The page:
The State of Requirements Development in Software Today, Part III of a Multipart Series
The Business Cost of Poor Requirements
The most popular answer to the ongoing dilemma of how to develop better requirements has been the widespread introduction and adoption of use cases. First introduced by Ivar Jacobson in the late 60’s while he was working on Ericsson's AXE system, interest in use cases increased substantially in the early 90s and many software developers now employ use cases, or at least claim to, while developing requirements. The person perhaps most responsible for the popularization and increased adoption of use cases today is Alexander Cockburn, whose book Writing Effective Use Cases is widely read and regarded as a primary text on the subject..
A use case is a segmented textual description of goal-directed interactions between a primary interactor (person or external system) and the system being used. Use cases may describe interactions to achieve primary interactor goals (e.g., place an order, reserve a book, fill-out a tax return) or subgoals (e.g., log-on, print screen, find reservation).
Use cases appear in many forms based on the amount of detail provided. A short use case would have an identifier, a title (describing the goal), and some natural language text identifying the interactors and summarizing the case. A more comprehensive case (e.g., Cockburn’s full dress cases) might contain the following segments or even more (e.g. Priority or Frequency of Use):
The “success course” describes a minimal sequence of (inter)actions needed to successfully accomplish the goal of the case. Extensions describe alternative actions by an interactor or by the system which may lead to failure or success in attaining the case goal.
There are many paths (scenarios) through a typical use case (as through a computer program) based on interactor choices and system responses. The case preconditions must all be TRUE in order to execute any path. The case post-conditions will be TRUE upon completion of any path. The preconditions and the post-conditions of the success course are often provided as well.
Use cases are not intended to detail or describe the actual software design or interface; that task is the responsibility of the development group, which builds their software so as to meet the requirements of the use case. Application development must be executed well with specific time frames in mind - see the select comfort story as an example of application development. For more information about select comfort you can visit their LinkedIn profile page.
Businesses Using Software
FastUpFront.com is a great example of a business that has integrated market features and business software. Its' position in the business financing industry requires advanced technology to handle customer management that deals with the complex technical side associated with their core products: business loans and business cash advances. A software solution combined with other advanced technologies changes the "playing field" for FastUpFront and other industry giants that have adopted software solutions for thier business markets. In addition to enterprise software solutions many small business also utilize accounting and tax sofware like quickbooks, which helps business manage everything from tax returns to printing computer laser checks.
Limitations of Use Cases
When use cases first gained widespread attention in the 90s, the software community regarded them with the same enthusiasm as a drowning man regards a life preserver. As opposed to the long, incomprehensible feature lists they were accustomed to working with, lists often developed without any operational context and rife with inconsistencies and ambiguity, use cases were a godsend. They were seen as offering a means to finally bring a measure of order and structure to a process becoming increasingly chaotic as the development process became more complex and interactive.
But despite the important role they can play in the process of developing accurate, clear, and unambiguous requirements, several important limitations of use cases have impeded both their adoption and utility, particularly when used with larger development projects. These same limitations are shared by the natural language system overview that accompanies the set of use cases. The limitations are:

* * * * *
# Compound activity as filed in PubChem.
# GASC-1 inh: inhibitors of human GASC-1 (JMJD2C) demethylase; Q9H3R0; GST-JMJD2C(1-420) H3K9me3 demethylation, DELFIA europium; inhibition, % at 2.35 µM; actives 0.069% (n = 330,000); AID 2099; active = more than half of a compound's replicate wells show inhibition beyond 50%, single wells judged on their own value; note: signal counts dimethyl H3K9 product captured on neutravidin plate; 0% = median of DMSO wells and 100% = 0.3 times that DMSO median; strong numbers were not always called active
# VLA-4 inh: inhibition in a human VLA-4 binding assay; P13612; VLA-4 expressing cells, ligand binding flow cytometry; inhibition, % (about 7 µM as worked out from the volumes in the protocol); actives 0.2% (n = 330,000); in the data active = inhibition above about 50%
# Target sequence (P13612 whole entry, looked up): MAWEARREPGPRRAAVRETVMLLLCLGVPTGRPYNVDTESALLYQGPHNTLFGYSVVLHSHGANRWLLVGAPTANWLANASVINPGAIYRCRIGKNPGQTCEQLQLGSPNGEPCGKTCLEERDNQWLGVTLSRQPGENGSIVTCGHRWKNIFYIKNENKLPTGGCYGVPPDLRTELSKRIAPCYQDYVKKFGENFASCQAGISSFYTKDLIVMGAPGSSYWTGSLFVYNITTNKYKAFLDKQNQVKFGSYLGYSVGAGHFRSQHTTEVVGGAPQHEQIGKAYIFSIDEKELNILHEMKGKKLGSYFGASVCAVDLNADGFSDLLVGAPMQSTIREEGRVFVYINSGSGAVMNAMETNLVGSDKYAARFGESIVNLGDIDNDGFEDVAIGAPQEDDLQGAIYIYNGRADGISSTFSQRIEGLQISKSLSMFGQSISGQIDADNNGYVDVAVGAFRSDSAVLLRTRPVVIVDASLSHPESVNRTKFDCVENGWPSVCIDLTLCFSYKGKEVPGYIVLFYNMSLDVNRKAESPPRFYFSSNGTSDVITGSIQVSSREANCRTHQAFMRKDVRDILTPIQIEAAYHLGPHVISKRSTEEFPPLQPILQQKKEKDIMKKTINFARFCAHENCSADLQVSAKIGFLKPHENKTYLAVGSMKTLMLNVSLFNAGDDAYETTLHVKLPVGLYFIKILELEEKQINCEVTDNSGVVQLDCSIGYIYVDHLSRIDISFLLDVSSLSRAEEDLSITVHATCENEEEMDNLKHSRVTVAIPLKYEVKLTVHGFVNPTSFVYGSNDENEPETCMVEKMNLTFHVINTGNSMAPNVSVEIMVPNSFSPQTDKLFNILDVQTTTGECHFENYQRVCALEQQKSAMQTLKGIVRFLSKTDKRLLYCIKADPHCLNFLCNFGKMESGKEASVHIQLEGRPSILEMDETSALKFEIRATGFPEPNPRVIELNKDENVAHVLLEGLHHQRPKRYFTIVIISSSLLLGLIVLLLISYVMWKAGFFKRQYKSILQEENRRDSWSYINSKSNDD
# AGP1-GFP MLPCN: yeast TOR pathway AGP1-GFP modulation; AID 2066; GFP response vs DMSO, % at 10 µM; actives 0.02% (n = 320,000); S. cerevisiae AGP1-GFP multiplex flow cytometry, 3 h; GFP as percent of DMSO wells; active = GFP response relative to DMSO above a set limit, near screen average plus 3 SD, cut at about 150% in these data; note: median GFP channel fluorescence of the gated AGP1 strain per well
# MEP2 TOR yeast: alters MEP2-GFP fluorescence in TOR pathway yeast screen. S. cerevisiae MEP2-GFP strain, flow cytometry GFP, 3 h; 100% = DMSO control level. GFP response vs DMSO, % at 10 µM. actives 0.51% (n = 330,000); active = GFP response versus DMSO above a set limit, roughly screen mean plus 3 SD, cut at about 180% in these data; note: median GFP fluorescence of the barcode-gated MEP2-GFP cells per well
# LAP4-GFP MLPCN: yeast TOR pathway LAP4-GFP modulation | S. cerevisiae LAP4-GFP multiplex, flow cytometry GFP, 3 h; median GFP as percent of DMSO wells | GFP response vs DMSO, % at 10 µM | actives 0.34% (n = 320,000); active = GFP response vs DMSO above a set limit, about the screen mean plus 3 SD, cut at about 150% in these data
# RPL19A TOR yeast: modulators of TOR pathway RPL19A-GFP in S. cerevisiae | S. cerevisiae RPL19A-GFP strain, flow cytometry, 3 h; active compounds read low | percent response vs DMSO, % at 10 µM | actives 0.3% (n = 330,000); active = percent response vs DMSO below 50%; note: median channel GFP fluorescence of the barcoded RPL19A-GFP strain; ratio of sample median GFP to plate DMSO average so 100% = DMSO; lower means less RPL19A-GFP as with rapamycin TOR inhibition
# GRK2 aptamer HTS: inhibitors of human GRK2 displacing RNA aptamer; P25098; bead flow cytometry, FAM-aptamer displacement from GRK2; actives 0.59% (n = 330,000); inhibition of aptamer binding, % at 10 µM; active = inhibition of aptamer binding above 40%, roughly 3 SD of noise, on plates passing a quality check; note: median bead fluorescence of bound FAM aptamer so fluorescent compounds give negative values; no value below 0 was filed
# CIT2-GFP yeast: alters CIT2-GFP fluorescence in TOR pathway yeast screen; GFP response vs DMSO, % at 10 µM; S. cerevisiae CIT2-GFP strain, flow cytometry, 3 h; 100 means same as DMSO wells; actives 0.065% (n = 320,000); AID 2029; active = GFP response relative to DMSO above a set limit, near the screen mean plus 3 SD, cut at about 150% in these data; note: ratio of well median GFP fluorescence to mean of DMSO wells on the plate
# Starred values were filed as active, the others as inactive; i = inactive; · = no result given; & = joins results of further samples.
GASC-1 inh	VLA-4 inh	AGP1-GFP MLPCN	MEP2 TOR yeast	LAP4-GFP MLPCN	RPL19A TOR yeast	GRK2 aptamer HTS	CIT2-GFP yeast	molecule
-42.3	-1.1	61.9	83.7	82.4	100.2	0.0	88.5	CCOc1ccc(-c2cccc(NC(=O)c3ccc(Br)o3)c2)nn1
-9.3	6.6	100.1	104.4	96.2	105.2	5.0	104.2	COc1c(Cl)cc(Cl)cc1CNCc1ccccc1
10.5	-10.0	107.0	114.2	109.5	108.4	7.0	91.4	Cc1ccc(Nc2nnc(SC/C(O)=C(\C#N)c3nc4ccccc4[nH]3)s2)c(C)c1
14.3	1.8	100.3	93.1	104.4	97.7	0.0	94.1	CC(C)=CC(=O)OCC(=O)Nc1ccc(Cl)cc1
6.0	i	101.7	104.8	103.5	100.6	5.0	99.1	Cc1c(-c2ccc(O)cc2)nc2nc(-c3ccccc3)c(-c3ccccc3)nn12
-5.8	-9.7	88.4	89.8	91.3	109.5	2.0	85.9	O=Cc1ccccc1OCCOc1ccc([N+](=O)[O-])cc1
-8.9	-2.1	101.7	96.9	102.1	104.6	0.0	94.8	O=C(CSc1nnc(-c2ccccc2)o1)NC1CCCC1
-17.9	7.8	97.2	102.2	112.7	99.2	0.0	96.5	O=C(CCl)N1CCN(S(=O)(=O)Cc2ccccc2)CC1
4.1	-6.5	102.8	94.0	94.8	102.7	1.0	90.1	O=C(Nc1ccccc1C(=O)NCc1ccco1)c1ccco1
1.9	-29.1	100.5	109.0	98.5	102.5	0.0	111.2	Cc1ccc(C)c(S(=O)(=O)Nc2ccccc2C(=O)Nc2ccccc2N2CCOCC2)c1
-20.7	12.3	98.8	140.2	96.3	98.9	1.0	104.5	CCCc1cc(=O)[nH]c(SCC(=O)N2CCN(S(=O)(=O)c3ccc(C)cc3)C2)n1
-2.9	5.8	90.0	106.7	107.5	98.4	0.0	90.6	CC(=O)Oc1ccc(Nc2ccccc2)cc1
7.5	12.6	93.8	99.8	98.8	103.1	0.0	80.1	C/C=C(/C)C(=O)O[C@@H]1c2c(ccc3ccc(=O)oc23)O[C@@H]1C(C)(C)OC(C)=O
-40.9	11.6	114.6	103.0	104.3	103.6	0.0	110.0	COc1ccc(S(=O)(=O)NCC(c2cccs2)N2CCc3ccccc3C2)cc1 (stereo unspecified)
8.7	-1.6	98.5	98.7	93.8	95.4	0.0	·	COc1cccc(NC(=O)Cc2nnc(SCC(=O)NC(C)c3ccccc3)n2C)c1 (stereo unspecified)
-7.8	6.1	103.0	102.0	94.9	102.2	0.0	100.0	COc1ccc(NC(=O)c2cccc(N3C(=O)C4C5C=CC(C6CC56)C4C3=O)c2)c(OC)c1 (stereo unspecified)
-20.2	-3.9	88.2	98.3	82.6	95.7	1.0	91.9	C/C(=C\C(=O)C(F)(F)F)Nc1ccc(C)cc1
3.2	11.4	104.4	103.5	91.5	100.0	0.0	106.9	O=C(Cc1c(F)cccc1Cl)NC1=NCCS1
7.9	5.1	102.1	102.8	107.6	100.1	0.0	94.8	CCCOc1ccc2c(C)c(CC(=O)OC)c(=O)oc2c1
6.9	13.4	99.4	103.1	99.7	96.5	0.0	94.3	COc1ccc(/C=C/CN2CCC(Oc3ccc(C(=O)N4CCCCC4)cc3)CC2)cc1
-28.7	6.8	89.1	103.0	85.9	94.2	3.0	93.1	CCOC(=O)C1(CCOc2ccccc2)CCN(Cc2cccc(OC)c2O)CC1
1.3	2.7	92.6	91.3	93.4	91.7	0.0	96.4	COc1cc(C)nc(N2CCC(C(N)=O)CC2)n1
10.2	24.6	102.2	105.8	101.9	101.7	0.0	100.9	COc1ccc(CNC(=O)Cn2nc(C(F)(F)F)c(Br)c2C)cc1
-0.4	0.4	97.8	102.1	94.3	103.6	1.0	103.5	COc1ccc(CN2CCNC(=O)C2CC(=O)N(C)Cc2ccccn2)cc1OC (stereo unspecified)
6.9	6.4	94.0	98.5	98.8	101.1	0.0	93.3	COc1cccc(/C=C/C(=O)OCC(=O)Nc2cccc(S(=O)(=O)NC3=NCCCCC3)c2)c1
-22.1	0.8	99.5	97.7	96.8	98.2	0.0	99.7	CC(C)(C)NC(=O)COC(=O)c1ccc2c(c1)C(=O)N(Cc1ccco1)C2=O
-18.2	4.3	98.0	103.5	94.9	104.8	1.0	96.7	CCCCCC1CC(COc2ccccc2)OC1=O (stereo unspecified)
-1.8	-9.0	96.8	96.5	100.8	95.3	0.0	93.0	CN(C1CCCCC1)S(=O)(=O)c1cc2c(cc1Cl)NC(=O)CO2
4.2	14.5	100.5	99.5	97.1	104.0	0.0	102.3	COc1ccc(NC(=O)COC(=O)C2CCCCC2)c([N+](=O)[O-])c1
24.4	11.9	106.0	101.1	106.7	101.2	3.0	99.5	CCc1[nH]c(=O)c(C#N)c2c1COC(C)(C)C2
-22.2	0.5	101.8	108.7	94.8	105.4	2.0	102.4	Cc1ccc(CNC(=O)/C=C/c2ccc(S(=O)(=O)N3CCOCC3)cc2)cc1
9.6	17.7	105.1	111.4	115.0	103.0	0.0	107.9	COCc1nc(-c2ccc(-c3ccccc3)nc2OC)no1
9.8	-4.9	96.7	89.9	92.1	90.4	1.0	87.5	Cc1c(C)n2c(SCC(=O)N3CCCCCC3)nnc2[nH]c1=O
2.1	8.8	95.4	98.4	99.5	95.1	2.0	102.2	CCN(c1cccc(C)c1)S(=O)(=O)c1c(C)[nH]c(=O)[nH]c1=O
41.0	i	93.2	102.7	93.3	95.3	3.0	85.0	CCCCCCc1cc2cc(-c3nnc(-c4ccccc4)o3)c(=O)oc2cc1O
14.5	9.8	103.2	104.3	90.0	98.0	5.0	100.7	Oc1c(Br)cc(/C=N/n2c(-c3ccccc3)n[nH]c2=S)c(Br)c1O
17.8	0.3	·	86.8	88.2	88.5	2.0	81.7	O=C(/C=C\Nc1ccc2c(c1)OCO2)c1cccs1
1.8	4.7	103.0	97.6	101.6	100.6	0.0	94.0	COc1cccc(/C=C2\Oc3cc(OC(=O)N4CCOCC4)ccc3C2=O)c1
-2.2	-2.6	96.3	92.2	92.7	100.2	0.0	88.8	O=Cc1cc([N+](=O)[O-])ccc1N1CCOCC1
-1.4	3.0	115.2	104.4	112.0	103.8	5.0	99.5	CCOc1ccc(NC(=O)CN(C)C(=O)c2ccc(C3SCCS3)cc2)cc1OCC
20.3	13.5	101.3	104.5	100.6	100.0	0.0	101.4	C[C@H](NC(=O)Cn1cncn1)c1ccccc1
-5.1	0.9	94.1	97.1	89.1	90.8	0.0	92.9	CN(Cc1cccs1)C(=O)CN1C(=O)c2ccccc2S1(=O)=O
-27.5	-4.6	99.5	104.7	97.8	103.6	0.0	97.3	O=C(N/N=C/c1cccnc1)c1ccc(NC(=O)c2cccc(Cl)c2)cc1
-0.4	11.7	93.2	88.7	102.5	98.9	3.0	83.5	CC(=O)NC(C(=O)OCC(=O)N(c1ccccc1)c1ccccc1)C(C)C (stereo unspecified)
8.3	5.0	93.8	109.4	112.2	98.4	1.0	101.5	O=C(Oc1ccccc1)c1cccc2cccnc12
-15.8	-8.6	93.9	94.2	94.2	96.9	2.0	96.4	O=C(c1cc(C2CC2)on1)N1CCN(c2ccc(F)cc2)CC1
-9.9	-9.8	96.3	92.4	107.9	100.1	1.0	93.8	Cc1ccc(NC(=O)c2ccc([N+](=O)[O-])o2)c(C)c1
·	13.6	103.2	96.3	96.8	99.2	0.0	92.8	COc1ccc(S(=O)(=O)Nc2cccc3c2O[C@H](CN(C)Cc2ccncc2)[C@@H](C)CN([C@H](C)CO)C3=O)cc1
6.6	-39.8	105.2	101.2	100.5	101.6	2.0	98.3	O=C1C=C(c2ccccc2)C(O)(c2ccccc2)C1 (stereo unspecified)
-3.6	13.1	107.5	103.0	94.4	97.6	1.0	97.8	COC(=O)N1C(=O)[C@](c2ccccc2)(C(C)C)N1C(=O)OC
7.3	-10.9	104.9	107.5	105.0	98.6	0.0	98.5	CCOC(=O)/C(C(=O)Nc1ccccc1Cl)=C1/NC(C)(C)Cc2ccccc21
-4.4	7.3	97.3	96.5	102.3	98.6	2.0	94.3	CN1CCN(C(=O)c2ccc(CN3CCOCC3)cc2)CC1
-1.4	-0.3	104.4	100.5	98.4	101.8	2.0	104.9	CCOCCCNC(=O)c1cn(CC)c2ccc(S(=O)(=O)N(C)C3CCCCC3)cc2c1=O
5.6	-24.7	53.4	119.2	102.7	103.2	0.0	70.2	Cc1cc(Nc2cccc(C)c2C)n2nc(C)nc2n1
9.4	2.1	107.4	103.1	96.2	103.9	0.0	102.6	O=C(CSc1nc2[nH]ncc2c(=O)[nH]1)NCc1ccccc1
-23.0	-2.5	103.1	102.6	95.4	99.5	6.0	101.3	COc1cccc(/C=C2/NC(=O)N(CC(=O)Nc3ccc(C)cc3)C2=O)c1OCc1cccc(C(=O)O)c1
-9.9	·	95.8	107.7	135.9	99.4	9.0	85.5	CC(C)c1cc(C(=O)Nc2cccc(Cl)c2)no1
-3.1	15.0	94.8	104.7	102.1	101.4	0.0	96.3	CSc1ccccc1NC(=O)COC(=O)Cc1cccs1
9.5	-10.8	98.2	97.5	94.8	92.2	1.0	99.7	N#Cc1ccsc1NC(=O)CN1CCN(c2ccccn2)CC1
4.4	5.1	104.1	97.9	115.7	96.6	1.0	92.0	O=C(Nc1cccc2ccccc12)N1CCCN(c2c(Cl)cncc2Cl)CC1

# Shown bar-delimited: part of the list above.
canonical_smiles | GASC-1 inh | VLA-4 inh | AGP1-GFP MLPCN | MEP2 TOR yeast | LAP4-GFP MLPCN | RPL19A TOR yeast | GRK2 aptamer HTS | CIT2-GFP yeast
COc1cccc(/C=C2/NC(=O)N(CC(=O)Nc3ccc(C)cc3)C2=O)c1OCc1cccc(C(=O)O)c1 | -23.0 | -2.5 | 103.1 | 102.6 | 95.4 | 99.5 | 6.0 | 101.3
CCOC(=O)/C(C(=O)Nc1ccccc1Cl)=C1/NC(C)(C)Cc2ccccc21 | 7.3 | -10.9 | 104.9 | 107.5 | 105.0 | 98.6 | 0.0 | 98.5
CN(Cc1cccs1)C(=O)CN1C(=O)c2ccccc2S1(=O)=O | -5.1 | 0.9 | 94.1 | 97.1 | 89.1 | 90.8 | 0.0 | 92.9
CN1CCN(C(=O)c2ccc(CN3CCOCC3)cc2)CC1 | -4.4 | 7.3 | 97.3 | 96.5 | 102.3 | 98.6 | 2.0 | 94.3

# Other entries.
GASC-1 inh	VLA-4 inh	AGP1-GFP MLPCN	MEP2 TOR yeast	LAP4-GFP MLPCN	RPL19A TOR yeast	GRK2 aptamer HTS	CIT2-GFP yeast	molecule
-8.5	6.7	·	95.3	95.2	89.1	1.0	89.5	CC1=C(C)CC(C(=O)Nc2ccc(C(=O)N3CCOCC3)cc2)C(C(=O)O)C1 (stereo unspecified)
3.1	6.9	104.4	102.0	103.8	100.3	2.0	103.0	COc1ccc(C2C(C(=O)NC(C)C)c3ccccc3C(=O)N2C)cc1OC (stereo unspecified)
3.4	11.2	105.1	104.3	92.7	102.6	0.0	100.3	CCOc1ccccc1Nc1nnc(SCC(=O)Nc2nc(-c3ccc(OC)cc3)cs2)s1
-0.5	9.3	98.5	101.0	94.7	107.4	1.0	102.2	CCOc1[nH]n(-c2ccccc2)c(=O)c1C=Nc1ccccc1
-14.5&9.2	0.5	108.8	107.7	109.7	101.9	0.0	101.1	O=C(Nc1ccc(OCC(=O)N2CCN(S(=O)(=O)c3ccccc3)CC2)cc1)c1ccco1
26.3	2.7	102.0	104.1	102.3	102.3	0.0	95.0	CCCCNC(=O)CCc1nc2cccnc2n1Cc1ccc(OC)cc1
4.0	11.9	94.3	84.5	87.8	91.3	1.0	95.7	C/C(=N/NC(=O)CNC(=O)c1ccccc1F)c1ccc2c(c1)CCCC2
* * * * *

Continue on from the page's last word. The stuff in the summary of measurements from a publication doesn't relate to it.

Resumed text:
Some advocates believe that use cases can be extended to include detailed definitions and glossaries, business rules, and quality specs by simply adding sections to the conventional model. This strategy creates a scope clash. One use case describes the interactive processes for attaining a single goal. Definitions, rules, and quality specs are associated with many if not most of the use cases.
Natural Language and Use Cases
To understand the limitations of natural language in developing specifications, consider this sample use case describing a requirement for a merchandise return function, a process that would be a normal part of a point-of-sales system for a retail clothing chain.
Title: Return Merchandise
Summary: Sales system must support merchandise returns. Missing receipts and manager overrides should be addressed.
Detail (natural language): Sales system must support returns of unopened, unused, or defective merchandise for up to 14 days from date of purchase. With a valid sales receipt, returns must be accepted at any store. Without a valid sales receipt, returns must be accepted only at the store where purchased, and then only if the customer’s sales record is located in the system and the customer provides a valid photo-ID. Any store manager can override these rules and accept a return.
A quick analysis
of this passage reveals multiple points of ambiguity. For example, what is a
“valid sales receipt?” Is a sales receipt that has been written on or
damaged in some way valid? Is the sales receipt valid if the person
presenting it is not the person who bought the product? Is the sales
receipt valid if the person who returned the product is the person who
bought the product, has returned it within 14 days, but forgot to bring
their credit card with them for refund processing? Is the sales receipt
valid if the person no longer has the credit card account they originally
used to purchase the product?
Consider a situaltion where a company uses certain assests to secure a loan or the value of commercial equipment in a lease, the software should consider the terms of the equipment financing including the interest and applicable charges.
To reduce ambiguity, this use case could be rewritten as:
With a valid sales receipt, which is any receipt that has not been altered so that the date or amount has been obscured, or presented by the original purchaser of the product, or presented along with a valid credit card, or presented by a purchaser who still maintains the account they originally used to purchase the product….